As an actor with a face recognised by many but a name known by few, Peter Berg forged a career as bit part player in many a glossy Hollywood production. The kind of actor that you’d see in the role of a corrupt cop fifth or sixth down the cast list or a seedy character there to fill in some crucial exposition. He is not, it’s fair to say, on the A list of American actors. Behind the camera however is a different story. From his directorial debut with the dark-as-they-come comedy Very Bad Things to this $250m summer tent pole behemoth, Peter Berg has ascended with speed and ease to the directorial A list. Each entry in his filmography has screamed career progression, from the entertaining action chops of Welcome To The Jungle (aka The Rundown) to the polished drama of Friday Night Lights and The Kingdom. It was with the Will Smith superhero vehicle Hancock that Berg no doubt really caught Hollywood’s eye, proving himself adept at mixing humour with big budget effects and turning a tidy profit in the process. And so it is that Battleship, it being a gargantuan effects extravaganza, is the next logical step for a director that seems capable of combining the eye popping visuals of a Michael Bay with the emphasis on story and performance that his actorly background surely promotes.
Battleship sees rising star Taylor Kitsch (he of this years John Carter) as Alex Hopper, the proverbial ultimate f$%K-up, who after one too many brushes with the law is pushed into enrolling with the US Navy by his older brother Stone Hopper (True Blood’s Alexander Skarsgard). A few years later, with Alex on the verge of being kicked out of the Navy by Admiral Shane (Liam Neeson), also the father of his long-suffering girlfriend Samantha (Brooklyn Decker), Alex is caught up in a full scale battle for the future of earth when invading alien ships are discovered in the ocean during a naval wargames exercise.
Berg’s films have always had a grain of dark humour running through them, but the surprise of the opening act of Battleship is just how light hearted the whole affair is. Not afraid to take its time in revealing its otherworldly antagonists, the film gives us a lengthy introduction to the characters and relationships at play. It’s an opening that’s cheesy as hell, much like the rest of the film, but in a time when every big franchise movie seems to be jumping on the Dark Knight bandwagon of edgy realism it makes for a frothy change of pace. Not every attempt at humour hits it’s target but Kitsch makes for a likeable leading man and there is at least some attempts made to endear the audience to characters that will soon be placed in peril.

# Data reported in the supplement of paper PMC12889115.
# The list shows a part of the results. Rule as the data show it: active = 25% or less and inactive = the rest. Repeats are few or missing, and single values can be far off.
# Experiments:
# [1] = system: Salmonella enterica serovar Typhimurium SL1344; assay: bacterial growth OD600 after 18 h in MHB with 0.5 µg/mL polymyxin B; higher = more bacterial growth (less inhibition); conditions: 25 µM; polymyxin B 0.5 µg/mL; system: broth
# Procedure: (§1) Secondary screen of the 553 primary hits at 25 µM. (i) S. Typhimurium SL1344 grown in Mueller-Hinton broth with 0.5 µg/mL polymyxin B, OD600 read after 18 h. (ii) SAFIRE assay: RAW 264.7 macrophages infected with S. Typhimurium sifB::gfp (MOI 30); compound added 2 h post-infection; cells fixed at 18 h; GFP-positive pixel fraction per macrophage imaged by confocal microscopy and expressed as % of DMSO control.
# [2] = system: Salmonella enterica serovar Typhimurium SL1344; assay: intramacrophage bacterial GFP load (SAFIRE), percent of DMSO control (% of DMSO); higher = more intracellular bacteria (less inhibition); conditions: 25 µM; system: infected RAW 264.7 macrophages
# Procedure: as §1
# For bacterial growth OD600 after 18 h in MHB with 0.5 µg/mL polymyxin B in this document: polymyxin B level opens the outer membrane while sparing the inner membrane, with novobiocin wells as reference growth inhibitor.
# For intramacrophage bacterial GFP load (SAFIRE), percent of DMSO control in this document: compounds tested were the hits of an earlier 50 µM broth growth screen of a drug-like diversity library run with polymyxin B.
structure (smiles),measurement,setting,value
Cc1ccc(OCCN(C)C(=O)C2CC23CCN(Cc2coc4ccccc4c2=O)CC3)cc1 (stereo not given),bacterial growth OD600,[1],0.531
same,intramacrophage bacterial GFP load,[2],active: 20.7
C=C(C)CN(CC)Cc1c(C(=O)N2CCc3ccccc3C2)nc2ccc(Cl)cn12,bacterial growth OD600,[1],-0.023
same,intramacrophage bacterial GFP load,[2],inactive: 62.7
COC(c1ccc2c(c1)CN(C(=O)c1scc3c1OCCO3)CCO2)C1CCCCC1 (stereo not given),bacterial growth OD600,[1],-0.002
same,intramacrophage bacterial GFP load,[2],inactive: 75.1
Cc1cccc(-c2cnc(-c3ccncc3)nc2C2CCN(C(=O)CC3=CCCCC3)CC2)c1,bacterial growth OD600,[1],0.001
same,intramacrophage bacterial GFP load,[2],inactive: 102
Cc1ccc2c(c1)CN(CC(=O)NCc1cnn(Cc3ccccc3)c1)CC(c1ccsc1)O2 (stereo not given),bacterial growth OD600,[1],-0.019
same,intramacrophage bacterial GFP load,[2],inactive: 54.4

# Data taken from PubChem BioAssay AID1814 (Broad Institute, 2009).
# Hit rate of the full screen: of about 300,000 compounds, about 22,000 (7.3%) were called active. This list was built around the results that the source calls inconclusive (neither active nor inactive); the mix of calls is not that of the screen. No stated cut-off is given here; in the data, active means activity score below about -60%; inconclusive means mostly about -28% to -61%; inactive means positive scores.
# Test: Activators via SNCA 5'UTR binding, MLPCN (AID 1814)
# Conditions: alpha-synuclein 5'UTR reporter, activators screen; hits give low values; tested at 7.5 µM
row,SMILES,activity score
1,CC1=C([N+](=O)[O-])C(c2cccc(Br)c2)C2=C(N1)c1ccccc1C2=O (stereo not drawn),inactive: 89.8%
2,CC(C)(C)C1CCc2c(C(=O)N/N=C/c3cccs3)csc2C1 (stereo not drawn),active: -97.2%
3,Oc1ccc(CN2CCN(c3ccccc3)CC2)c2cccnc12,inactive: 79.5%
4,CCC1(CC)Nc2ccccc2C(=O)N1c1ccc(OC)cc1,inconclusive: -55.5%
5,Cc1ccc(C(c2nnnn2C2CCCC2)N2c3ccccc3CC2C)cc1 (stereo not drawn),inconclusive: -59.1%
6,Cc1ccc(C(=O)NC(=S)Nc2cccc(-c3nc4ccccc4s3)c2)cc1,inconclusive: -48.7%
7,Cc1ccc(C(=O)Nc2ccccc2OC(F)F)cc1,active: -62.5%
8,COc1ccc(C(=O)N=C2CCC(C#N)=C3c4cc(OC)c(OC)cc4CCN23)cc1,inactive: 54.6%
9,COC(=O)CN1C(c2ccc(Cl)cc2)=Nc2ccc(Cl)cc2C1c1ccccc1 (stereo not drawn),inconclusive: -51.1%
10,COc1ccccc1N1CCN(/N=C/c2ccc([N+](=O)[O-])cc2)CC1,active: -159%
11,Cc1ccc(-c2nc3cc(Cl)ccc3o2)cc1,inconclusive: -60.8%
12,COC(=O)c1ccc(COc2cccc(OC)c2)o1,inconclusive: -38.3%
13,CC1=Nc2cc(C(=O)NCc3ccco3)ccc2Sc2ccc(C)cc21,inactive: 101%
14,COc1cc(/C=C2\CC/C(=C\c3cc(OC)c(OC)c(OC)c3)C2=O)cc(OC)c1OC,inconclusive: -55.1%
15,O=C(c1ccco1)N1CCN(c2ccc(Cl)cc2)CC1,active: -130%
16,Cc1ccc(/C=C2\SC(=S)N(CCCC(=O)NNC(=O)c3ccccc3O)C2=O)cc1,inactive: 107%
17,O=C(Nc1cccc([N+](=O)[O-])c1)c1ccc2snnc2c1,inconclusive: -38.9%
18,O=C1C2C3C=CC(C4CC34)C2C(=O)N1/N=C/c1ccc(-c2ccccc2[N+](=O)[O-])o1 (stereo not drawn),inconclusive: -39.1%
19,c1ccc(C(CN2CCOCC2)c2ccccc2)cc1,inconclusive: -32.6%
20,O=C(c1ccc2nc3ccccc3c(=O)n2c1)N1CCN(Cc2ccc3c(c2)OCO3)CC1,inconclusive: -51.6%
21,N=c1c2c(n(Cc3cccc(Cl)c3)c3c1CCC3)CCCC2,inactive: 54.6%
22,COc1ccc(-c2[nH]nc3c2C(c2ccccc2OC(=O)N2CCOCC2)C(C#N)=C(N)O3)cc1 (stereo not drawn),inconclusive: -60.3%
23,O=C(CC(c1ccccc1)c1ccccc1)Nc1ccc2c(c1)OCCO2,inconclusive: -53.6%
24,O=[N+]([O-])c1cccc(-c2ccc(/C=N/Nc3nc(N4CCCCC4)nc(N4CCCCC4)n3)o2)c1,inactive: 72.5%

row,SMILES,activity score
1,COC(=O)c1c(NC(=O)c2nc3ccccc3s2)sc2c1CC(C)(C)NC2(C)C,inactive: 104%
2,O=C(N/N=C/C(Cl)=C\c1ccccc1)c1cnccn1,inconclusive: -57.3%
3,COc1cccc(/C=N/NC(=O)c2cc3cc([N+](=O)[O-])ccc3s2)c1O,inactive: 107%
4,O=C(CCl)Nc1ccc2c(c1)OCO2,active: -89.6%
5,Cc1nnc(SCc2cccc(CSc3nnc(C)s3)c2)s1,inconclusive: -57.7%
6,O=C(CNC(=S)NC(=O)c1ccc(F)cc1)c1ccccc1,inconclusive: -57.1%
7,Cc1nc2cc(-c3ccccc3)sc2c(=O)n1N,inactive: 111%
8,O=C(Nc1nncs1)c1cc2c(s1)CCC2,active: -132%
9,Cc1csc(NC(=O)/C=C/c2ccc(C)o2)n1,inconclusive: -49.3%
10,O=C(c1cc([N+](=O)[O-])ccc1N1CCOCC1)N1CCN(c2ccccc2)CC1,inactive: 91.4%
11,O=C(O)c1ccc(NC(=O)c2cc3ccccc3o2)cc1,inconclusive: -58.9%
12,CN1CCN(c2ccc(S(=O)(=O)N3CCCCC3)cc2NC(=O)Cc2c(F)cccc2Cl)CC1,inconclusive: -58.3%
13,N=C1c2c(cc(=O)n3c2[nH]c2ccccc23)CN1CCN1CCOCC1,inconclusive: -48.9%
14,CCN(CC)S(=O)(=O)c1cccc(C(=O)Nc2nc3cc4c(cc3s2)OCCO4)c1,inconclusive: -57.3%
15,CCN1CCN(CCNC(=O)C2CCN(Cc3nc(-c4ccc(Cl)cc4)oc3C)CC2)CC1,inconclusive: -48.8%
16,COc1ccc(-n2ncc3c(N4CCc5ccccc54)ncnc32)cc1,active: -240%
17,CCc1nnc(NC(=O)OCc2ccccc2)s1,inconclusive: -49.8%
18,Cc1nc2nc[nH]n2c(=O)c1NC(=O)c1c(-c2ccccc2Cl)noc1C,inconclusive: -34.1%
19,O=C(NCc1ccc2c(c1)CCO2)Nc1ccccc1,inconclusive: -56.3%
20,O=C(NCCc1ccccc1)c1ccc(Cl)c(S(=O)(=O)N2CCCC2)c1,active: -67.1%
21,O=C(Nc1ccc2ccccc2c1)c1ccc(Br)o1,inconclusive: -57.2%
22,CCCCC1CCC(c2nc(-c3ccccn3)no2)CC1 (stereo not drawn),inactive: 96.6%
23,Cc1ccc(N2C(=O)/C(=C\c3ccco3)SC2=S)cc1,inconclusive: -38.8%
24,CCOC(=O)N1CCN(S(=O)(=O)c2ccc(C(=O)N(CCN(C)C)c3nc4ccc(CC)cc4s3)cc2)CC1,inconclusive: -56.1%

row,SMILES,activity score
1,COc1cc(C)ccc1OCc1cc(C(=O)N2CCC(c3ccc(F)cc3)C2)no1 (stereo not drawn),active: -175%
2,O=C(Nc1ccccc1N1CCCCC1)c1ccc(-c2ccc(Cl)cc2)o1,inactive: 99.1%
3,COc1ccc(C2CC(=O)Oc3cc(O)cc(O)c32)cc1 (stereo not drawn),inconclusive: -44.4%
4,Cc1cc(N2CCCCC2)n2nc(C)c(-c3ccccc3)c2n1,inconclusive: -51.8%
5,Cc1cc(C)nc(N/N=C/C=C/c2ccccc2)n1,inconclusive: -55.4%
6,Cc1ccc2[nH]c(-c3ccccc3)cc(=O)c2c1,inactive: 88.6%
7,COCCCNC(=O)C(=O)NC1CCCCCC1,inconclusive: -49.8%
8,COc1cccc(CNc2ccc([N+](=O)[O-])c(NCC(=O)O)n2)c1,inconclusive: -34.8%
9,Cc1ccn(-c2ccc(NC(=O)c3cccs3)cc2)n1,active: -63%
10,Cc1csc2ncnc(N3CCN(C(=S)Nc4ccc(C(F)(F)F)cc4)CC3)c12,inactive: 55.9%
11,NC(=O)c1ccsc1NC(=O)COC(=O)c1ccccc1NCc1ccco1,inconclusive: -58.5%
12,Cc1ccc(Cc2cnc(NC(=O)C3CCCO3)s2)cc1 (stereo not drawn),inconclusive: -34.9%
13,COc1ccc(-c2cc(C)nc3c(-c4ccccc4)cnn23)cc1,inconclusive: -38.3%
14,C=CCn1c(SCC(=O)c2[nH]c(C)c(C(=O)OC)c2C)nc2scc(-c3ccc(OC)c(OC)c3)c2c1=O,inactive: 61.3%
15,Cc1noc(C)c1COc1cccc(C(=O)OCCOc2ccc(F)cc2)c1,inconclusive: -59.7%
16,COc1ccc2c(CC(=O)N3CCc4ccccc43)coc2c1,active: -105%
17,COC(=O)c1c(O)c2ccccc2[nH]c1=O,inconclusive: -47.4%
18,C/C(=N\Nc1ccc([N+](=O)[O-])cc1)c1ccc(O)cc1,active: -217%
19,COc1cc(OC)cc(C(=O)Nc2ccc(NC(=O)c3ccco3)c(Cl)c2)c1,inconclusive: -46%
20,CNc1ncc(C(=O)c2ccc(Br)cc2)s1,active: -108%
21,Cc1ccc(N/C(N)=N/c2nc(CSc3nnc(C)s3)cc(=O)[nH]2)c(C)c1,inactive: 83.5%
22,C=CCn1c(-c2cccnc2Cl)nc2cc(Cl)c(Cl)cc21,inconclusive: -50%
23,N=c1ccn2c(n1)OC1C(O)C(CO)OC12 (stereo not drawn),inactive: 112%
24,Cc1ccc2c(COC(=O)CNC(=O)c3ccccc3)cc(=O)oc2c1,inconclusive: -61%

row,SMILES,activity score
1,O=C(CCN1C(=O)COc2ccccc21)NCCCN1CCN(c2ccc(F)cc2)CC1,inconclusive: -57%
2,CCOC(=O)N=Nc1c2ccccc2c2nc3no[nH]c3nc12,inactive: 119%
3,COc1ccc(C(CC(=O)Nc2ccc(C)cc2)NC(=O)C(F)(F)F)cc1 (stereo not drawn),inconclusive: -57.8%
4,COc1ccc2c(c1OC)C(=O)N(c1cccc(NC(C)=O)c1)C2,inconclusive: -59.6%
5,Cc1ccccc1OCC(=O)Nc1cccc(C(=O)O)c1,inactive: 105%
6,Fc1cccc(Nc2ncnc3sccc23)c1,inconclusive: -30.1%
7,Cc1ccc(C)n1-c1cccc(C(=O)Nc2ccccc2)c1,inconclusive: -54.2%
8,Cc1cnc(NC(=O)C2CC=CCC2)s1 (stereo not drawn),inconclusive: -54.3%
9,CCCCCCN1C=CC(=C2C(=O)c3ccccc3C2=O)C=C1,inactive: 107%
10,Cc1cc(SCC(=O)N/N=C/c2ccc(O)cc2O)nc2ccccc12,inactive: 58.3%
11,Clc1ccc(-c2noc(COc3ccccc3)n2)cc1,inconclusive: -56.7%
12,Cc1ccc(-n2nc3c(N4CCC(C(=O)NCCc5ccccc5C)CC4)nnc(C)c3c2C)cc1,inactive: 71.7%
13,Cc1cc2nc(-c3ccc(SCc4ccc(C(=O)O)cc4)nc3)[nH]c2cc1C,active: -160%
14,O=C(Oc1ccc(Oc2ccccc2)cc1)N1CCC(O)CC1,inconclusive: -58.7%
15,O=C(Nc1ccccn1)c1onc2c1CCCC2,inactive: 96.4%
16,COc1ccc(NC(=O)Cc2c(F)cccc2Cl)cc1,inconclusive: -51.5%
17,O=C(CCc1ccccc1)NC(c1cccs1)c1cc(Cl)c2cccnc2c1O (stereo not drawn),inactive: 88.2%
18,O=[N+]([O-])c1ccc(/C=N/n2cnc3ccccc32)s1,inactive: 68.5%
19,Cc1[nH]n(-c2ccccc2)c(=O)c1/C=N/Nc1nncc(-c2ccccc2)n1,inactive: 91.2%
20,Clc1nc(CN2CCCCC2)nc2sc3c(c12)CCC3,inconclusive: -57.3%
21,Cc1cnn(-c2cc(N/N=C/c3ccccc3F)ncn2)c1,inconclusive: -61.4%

When the action finally hits it is undeniably impressive if a little derivative of Transformers in its visuals and sound design. The visuals are given a certain amount of freshness thanks in no small part to Berg’s now-trademark style of shooting, all jittery handheld frames, quick zooms and documentary-like. It adds an urgency to the affair without resorting to the disorienting quick-cuts that many favour, an audacious one-take shot of an evacuation from a sinking ship a major highlight.
Unfortunately the film does fall foul of the style over substance hurdle that trips up so many of Battleship’s ilk. Despite the death of thousands occurring on-screen, including some characters’ loved ones, the film fails to capture any real sense of loss, the humour at times feeling at odds with the depicted events. The cast as a whole is engaging and diverse. In addition to Kitsch’s impressive turn Liam Neeson does exactly what you’d expect in a cameo of sorts and while Brooklyn Decker is obvious eye candy, she is at least eye candy that can act. The real standout here however, is pop songstress Rihanna, unexpectedly eschewing any glamorous girlfriend roles in favour of a funny, sassy debut as a tough, tomboy Naval officer.
The aforementioned cheese factor does hamper proceedings at times, a third act twist featuring Naval veterans particularly cringeworthy, and a subplot involving disabled war vets that was no doubt intended to be inspirational feels a little exploitative. But at the end of the day, if you’re paying your hard earned bucks to see a summer blockbuster based on a Hasbro board game you’re surely not going to be expecting high art. You will be expecting fast paced action, jaw dropping visuals and death-defying heroics, and in this sense Battleship succeeds with far more style and none of the racism or misogyny of Hasbro’s last attempt at toy to movie screen translation.
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